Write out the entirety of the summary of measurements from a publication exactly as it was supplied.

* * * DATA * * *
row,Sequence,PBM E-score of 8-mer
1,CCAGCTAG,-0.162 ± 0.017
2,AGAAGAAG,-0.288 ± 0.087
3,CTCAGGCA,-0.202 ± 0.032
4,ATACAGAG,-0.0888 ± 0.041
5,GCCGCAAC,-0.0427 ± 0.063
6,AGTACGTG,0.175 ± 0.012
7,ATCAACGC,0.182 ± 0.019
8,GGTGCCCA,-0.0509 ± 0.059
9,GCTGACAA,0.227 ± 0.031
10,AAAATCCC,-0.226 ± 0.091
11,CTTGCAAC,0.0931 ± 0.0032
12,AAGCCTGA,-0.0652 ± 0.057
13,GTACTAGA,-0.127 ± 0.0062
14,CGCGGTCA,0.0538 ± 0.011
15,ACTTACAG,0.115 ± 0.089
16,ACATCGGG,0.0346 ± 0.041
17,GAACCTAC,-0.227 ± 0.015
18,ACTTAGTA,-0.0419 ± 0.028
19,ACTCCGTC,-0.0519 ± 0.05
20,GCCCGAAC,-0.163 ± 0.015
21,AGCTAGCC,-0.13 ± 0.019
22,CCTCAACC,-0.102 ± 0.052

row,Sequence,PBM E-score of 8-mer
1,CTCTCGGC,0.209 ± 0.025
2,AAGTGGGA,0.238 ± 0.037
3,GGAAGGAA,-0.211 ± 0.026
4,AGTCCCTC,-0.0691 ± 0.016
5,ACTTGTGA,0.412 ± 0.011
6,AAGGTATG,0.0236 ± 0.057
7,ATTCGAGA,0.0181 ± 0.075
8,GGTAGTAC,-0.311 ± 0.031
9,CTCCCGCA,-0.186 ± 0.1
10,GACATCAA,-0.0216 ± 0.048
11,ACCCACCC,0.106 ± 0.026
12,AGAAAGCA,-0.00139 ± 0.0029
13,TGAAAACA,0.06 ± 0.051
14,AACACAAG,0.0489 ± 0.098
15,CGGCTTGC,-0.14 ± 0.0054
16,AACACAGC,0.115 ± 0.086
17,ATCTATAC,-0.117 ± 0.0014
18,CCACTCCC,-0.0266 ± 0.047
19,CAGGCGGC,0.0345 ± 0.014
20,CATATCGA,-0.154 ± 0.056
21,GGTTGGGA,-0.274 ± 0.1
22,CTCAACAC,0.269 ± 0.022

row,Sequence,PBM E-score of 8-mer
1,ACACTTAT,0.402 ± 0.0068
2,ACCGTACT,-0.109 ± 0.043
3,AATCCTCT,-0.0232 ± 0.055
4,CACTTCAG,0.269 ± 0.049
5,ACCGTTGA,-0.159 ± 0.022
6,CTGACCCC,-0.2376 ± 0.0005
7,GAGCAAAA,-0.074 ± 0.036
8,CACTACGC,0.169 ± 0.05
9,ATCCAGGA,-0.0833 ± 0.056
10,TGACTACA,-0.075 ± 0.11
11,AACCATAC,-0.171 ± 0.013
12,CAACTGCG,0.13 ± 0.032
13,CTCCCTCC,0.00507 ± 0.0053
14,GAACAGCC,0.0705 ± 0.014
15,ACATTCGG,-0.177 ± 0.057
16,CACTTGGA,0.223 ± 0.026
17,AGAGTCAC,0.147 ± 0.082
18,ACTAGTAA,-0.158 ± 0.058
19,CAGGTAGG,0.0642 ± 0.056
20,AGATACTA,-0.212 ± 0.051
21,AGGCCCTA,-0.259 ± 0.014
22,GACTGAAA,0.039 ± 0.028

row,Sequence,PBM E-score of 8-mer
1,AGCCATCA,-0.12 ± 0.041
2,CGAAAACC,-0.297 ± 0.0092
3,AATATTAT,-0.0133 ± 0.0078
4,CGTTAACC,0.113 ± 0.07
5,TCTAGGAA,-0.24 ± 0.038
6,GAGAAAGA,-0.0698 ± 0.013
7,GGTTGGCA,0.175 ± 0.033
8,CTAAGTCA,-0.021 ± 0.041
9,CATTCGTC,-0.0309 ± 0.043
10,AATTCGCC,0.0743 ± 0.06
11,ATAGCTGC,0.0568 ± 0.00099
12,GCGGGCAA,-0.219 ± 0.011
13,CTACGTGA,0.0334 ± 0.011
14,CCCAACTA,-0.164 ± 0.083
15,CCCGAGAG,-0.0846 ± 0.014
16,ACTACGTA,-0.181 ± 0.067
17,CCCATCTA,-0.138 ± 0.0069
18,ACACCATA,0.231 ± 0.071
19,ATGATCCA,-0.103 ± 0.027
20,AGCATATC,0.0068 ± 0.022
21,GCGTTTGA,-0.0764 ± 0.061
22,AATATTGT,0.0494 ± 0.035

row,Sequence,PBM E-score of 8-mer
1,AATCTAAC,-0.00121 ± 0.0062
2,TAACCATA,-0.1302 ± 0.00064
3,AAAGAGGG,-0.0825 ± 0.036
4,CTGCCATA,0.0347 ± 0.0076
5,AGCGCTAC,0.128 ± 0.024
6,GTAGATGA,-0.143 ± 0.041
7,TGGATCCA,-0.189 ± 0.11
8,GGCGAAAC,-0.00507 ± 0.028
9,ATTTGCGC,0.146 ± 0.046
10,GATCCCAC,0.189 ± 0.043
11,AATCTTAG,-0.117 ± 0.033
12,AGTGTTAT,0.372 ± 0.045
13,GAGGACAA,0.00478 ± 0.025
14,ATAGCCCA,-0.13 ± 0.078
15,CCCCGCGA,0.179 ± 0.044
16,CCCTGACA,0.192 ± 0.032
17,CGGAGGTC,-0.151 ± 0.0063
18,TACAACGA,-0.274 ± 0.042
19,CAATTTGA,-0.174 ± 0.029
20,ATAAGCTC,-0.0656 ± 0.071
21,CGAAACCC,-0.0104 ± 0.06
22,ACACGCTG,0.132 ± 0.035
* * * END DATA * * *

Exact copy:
row,Sequence,PBM E-score of 8-mer
1,CCAGCTAG,-0.162 ± 0.017
2,AGAAGAAG,-0.288 ± 0.087
3,CTCAGGCA,-0.202 ± 0.032
4,ATACAGAG,-0.0888 ± 0.041
5,GCCGCAAC,-0.0427 ± 0.063
6,AGTACGTG,0.175 ± 0.012
7,ATCAACGC,0.182 ± 0.019
8,GGTGCCCA,-0.0509 ± 0.059
9,GCTGACAA,0.227 ± 0.031
10,AAAATCCC,-0.226 ± 0.091
11,CTTGCAAC,0.0931 ± 0.0032
12,AAGCCTGA,-0.0652 ± 0.057
13,GTACTAGA,-0.127 ± 0.0062
14,CGCGGTCA,0.0538 ± 0.011
15,ACTTACAG,0.115 ± 0.089
16,ACATCGGG,0.0346 ± 0.041
17,GAACCTAC,-0.227 ± 0.015
18,ACTTAGTA,-0.0419 ± 0.028
19,ACTCCGTC,-0.0519 ± 0.05
20,GCCCGAAC,-0.163 ± 0.015
21,AGCTAGCC,-0.13 ± 0.019
22,CCTCAACC,-0.102 ± 0.052

row,Sequence,PBM E-score of 8-mer
1,CTCTCGGC,0.209 ± 0.025
2,AAGTGGGA,0.238 ± 0.037
3,GGAAGGAA,-0.211 ± 0.026
4,AGTCCCTC,-0.0691 ± 0.016
5,ACTTGTGA,0.412 ± 0.011
6,AAGGTATG,0.0236 ± 0.057
7,ATTCGAGA,0.0181 ± 0.075
8,GGTAGTAC,-0.311 ± 0.031
9,CTCCCGCA,-0.186 ± 0.1
10,GACATCAA,-0.0216 ± 0.048
11,ACCCACCC,0.106 ± 0.026
12,AGAAAGCA,-0.00139 ± 0.0029
13,TGAAAACA,0.06 ± 0.051
14,AACACAAG,0.0489 ± 0.098
15,CGGCTTGC,-0.14 ± 0.0054
16,AACACAGC,0.115 ± 0.086
17,ATCTATAC,-0.117 ± 0.0014
18,CCACTCCC,-0.0266 ± 0.047
19,CAGGCGGC,0.0345 ± 0.014
20,CATATCGA,-0.154 ± 0.056
21,GGTTGGGA,-0.274 ± 0.1
22,CTCAACAC,0.269 ± 0.022

row,Sequence,PBM E-score of 8-mer
1,ACACTTAT,0.402 ± 0.0068
2,ACCGTACT,-0.109 ± 0.043
3,AATCCTCT,-0.0232 ± 0.055
4,CACTTCAG,0.269 ± 0.049
5,ACCGTTGA,-0.159 ± 0.022
6,CTGACCCC,-0.2376 ± 0.0005
7,GAGCAAAA,-0.074 ± 0.036
8,CACTACGC,0.169 ± 0.05
9,ATCCAGGA,-0.0833 ± 0.056
10,TGACTACA,-0.075 ± 0.11
11,AACCATAC,-0.171 ± 0.013
12,CAACTGCG,0.13 ± 0.032
13,CTCCCTCC,0.00507 ± 0.0053
14,GAACAGCC,0.0705 ± 0.014
15,ACATTCGG,-0.177 ± 0.057
16,CACTTGGA,0.223 ± 0.026
17,AGAGTCAC,0.147 ± 0.082
18,ACTAGTAA,-0.158 ± 0.058
19,CAGGTAGG,0.0642 ± 0.056
20,AGATACTA,-0.212 ± 0.051
21,AGGCCCTA,-0.259 ± 0.014
22,GACTGAAA,0.039 ± 0.028

row,Sequence,PBM E-score of 8-mer
1,AGCCATCA,-0.12 ± 0.041
2,CGAAAACC,-0.297 ± 0.0092
3,AATATTAT,-0.0133 ± 0.0078
4,CGTTAACC,0.113 ± 0.07
5,TCTAGGAA,-0.24 ± 0.038
6,GAGAAAGA,-0.0698 ± 0.013
7,GGTTGGCA,0.175 ± 0.033
8,CTAAGTCA,-0.021 ± 0.041
9,CATTCGTC,-0.0309 ± 0.043
10,AATTCGCC,0.0743 ± 0.06
11,ATAGCTGC,0.0568 ± 0.00099
12,GCGGGCAA,-0.219 ± 0.011
13,CTACGTGA,0.0334 ± 0.011
14,CCCAACTA,-0.164 ± 0.083
15,CCCGAGAG,-0.0846 ± 0.014
16,ACTACGTA,-0.181 ± 0.067
17,CCCATCTA,-0.138 ± 0.0069
18,ACACCATA,0.231 ± 0.071
19,ATGATCCA,-0.103 ± 0.027
20,AGCATATC,0.0068 ± 0.022
21,GCGTTTGA,-0.0764 ± 0.061
22,AATATTGT,0.0494 ± 0.035

row,Sequence,PBM E-score of 8-mer
1,AATCTAAC,-0.00121 ± 0.0062
2,TAACCATA,-0.1302 ± 0.00064
3,AAAGAGGG,-0.0825 ± 0.036
4,CTGCCATA,0.0347 ± 0.0076
5,AGCGCTAC,0.128 ± 0.024
6,GTAGATGA,-0.143 ± 0.041
7,TGGATCCA,-0.189 ± 0.11
8,GGCGAAAC,-0.00507 ± 0.028
9,ATTTGCGC,0.146 ± 0.046
10,GATCCCAC,0.189 ± 0.043
11,AATCTTAG,-0.117 ± 0.033
12,AGTGTTAT,0.372 ± 0.045
13,GAGGACAA,0.00478 ± 0.025
14,ATAGCCCA,-0.13 ± 0.078
15,CCCCGCGA,0.179 ± 0.044
16,CCCTGACA,0.192 ± 0.032
17,CGGAGGTC,-0.151 ± 0.0063
18,TACAACGA,-0.274 ± 0.042
19,CAATTTGA,-0.174 ± 0.029
20,ATAAGCTC,-0.0656 ± 0.071
21,CGAAACCC,-0.0104 ± 0.06
22,ACACGCTG,0.132 ± 0.035